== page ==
The OpenSSL team has had its hands full this Spring. First was the Heartbleed bug that was said to allow hackers remote control into your device. The Heartbleed bug was due to a wrongly-entered code that provides the technical loophole. OpenSSL was considered to be the most dangerous Internet loophole in history – but it wasn’t the only loophole. Today, a new loophole was discovered (called CCS Injection, or ChangeCipherSpec) that allows hackers to change the data being sent from the client to the server or vice versa. Hackers could also decrypt messages being sent and intercept them before they arrive at the intended destination.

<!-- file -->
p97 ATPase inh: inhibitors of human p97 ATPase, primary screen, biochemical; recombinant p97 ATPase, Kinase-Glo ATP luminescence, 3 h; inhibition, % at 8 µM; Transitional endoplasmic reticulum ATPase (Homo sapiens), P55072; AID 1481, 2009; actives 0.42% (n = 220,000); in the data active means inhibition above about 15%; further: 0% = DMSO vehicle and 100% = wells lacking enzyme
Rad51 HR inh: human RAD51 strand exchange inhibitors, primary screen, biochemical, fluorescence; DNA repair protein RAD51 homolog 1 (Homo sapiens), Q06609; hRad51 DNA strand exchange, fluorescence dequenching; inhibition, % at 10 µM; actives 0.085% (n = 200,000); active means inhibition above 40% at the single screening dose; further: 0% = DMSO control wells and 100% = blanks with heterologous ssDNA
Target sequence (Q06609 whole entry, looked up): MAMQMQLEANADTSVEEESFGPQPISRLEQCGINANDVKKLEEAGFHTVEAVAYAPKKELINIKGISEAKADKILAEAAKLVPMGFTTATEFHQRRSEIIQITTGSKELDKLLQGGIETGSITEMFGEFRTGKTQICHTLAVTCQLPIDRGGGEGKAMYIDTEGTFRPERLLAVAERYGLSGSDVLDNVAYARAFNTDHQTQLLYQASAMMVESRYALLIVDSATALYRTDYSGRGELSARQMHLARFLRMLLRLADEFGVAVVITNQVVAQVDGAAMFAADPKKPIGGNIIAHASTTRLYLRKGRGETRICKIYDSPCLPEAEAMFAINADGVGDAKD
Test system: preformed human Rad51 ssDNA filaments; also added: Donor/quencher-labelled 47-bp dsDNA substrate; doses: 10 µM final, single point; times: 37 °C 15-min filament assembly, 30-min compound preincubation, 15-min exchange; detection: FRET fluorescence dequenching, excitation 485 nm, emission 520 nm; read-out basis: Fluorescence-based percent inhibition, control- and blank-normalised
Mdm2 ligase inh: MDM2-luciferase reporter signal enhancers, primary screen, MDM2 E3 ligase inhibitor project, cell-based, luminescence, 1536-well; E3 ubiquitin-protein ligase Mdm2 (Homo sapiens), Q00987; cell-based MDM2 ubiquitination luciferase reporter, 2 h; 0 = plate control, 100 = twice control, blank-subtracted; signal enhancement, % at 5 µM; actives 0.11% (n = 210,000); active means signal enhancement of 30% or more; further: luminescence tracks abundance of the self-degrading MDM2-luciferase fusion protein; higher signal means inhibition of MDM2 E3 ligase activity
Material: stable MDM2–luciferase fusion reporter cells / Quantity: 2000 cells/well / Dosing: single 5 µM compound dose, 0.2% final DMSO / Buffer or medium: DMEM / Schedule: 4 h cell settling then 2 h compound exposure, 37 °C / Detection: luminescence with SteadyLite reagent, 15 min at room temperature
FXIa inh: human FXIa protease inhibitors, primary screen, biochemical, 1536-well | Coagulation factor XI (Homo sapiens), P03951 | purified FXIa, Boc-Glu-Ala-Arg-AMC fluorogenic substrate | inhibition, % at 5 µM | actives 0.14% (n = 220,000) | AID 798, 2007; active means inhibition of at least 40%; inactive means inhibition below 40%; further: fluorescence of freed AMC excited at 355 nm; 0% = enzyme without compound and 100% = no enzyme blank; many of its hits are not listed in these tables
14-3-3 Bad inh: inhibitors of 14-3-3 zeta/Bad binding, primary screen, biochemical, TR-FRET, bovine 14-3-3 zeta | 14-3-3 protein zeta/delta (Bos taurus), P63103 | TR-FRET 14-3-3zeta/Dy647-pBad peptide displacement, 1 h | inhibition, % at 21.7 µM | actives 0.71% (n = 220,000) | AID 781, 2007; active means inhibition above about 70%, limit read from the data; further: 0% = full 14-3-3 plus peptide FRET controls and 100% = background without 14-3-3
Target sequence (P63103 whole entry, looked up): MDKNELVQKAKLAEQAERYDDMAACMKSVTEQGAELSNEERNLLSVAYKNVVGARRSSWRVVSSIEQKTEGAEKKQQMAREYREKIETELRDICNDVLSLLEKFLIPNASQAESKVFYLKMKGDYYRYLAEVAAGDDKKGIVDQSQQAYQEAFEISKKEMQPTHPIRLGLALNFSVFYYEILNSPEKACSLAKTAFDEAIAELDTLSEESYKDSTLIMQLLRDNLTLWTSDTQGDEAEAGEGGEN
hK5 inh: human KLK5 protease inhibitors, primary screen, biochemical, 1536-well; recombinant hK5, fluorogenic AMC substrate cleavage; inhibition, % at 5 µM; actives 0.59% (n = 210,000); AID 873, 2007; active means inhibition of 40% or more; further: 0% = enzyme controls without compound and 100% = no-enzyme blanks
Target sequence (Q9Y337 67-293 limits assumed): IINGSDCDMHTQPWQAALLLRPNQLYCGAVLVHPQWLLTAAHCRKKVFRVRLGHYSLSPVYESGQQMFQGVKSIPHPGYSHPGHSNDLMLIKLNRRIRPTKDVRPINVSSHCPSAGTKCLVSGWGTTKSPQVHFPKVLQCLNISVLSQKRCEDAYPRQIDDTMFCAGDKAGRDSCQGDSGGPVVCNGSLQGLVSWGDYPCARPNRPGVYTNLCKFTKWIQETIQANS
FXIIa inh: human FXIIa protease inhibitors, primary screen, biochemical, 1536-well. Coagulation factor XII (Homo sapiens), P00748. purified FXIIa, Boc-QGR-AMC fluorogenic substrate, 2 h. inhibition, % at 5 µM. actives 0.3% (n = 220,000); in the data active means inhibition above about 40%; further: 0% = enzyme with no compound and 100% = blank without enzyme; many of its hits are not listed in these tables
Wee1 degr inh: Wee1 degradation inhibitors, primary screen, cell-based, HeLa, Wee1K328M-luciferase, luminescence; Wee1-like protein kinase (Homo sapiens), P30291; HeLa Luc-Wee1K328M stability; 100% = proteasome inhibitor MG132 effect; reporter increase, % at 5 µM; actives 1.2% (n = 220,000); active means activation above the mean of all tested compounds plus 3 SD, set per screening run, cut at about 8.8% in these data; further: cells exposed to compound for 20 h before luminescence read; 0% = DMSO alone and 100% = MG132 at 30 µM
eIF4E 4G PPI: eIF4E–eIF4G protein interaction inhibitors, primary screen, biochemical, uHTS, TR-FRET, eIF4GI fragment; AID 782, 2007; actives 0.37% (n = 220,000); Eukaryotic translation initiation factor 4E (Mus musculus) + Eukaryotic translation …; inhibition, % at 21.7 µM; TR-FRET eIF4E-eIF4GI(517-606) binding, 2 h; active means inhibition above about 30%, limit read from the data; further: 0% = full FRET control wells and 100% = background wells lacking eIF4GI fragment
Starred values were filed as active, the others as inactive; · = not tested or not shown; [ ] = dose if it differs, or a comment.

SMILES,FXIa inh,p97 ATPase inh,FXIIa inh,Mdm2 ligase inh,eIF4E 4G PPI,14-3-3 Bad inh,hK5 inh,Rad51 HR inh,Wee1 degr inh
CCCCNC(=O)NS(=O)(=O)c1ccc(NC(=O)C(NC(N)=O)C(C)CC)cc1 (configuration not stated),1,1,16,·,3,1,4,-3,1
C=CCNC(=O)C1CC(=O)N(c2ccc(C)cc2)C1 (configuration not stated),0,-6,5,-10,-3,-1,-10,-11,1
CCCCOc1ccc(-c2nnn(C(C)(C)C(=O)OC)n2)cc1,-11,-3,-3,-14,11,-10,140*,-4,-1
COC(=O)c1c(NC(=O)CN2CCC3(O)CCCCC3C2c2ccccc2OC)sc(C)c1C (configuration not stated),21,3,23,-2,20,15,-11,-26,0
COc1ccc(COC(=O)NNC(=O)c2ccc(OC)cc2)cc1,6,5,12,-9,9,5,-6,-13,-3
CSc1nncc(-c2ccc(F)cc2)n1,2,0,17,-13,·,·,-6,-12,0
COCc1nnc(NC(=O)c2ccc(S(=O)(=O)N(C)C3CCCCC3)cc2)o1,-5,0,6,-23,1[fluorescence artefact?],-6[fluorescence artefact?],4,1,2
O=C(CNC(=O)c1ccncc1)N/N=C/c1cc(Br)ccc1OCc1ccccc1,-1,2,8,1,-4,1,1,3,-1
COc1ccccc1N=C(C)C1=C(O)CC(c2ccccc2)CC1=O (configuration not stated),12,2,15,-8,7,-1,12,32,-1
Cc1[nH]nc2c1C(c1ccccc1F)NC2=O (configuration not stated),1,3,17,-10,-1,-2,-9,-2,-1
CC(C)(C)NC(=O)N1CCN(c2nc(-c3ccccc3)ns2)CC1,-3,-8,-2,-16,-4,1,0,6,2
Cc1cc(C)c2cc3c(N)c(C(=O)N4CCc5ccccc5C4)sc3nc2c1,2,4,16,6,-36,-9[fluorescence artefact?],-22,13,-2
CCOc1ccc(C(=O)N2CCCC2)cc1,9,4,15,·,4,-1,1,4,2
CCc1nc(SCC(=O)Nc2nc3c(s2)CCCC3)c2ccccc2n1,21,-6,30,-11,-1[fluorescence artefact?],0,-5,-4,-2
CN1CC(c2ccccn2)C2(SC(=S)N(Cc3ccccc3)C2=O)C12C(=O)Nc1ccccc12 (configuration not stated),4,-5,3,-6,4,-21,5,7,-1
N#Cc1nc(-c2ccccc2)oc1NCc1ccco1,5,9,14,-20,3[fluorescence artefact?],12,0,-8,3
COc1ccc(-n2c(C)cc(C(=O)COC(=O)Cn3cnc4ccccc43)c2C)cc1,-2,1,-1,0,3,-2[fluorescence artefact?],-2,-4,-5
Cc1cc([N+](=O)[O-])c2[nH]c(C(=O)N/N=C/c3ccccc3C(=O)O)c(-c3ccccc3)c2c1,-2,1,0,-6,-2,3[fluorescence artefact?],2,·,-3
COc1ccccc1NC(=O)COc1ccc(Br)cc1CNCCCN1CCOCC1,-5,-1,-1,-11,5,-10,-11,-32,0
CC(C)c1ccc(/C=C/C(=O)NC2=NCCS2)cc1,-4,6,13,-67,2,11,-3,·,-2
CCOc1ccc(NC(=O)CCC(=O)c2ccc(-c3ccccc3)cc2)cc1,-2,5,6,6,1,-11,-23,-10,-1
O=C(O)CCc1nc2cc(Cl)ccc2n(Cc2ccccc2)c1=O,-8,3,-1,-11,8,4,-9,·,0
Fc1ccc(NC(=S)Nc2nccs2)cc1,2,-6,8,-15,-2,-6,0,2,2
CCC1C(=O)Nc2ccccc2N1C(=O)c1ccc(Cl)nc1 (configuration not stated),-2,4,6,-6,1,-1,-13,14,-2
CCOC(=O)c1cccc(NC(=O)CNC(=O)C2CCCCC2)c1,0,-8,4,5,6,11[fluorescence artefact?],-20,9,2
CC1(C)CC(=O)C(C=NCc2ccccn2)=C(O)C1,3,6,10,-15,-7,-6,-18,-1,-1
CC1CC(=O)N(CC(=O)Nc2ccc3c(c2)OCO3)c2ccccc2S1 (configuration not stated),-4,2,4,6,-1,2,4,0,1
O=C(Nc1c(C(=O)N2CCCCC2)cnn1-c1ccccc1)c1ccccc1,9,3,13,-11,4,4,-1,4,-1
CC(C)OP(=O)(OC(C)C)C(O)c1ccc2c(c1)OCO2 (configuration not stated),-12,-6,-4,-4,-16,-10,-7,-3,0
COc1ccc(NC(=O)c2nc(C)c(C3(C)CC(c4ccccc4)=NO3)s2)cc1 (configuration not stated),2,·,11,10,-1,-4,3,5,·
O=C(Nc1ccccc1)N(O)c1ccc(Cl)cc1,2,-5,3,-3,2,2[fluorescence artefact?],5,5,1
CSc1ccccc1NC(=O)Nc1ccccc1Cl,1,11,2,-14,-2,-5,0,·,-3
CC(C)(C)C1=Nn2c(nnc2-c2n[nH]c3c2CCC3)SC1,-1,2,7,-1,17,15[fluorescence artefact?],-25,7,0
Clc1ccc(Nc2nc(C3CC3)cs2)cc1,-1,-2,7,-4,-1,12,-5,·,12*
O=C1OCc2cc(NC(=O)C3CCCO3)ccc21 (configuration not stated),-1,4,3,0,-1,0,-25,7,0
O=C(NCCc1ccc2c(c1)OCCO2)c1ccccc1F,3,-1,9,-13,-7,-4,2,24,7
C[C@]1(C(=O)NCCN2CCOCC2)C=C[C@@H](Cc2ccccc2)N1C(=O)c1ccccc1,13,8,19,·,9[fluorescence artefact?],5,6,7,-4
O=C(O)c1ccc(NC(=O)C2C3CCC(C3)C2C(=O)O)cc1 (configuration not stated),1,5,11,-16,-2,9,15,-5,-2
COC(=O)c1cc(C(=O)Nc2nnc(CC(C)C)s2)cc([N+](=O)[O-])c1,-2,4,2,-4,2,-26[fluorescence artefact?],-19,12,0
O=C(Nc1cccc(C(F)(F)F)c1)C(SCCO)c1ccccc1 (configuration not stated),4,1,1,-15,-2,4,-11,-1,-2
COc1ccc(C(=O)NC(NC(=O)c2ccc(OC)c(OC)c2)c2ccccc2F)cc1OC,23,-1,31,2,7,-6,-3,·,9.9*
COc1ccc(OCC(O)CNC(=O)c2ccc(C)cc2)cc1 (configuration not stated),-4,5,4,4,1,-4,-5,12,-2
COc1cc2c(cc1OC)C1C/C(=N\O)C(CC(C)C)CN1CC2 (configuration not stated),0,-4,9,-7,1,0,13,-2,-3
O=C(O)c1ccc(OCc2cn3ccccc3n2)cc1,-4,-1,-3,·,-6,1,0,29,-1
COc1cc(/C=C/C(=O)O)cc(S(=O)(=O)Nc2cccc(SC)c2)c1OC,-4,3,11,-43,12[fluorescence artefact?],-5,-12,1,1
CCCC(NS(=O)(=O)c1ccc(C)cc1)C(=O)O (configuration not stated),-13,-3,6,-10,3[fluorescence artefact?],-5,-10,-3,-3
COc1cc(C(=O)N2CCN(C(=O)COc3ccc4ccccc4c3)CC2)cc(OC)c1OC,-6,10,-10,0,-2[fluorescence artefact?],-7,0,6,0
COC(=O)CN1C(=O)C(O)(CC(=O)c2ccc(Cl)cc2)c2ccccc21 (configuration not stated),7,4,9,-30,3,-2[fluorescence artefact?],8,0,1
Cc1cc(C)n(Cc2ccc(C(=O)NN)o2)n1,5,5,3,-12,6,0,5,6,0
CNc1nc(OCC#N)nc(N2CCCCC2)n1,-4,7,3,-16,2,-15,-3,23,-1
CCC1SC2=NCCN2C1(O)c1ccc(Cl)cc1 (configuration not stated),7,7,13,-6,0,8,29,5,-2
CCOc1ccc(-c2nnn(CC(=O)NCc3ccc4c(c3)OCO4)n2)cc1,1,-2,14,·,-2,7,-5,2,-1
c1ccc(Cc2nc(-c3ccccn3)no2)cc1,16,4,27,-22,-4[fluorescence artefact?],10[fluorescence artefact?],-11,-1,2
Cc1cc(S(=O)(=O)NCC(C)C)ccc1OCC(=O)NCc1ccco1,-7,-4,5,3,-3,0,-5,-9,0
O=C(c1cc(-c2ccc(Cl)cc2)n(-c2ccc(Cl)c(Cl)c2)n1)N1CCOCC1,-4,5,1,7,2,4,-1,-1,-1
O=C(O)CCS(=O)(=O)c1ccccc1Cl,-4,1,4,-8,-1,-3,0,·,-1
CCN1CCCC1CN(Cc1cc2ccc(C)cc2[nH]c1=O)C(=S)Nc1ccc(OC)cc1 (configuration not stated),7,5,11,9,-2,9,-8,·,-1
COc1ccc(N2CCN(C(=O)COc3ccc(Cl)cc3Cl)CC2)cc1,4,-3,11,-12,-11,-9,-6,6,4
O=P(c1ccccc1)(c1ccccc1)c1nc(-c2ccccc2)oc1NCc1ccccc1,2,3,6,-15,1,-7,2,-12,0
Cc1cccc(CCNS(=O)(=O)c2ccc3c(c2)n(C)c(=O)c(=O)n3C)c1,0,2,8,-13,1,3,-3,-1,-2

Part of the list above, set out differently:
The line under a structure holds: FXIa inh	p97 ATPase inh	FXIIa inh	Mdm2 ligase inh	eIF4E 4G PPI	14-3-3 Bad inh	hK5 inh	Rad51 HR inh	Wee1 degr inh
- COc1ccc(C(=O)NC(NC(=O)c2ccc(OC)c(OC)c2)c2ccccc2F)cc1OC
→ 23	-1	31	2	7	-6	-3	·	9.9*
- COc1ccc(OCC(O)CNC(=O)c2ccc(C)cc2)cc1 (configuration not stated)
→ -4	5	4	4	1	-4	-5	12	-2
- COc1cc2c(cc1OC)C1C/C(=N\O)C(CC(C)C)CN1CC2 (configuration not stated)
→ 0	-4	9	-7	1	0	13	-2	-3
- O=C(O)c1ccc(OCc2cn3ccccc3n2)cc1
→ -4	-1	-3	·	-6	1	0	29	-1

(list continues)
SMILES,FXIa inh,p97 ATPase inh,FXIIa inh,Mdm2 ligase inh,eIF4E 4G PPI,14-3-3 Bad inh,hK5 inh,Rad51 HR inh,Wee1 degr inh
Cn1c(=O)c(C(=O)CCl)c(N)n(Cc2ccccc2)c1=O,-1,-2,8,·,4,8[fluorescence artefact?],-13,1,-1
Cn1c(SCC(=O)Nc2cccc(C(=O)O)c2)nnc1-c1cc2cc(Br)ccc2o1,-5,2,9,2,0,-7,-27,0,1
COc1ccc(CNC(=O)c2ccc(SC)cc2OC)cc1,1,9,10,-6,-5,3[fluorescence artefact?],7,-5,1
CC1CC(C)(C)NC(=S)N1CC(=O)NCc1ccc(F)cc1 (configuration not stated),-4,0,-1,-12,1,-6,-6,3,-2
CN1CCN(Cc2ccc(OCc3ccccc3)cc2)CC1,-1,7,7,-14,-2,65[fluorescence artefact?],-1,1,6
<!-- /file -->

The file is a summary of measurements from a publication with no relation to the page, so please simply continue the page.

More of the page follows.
The CCS Injection loophole was discovered by Masashi Kikuchi, who says that the loophole “has existed since the very first release of OpenSSL” and “that code reviews were insufficient, especially from experts who had experiences with TLS/SSL implementation. If the reviewers had enough experiences, they should’ve been verified OpenSSL code in the same way they do their own code. They could’ve detected the problem.”
Kikuchi says that the recent Heartbleed bug is what prompted him to check for whether or not OpenSSL would verify certain conditions. He quickly discovered there was another vulnerability when he detected that OpenSSL didn’t fulfill the conditions necessary for to confirm that loopholes had been closed.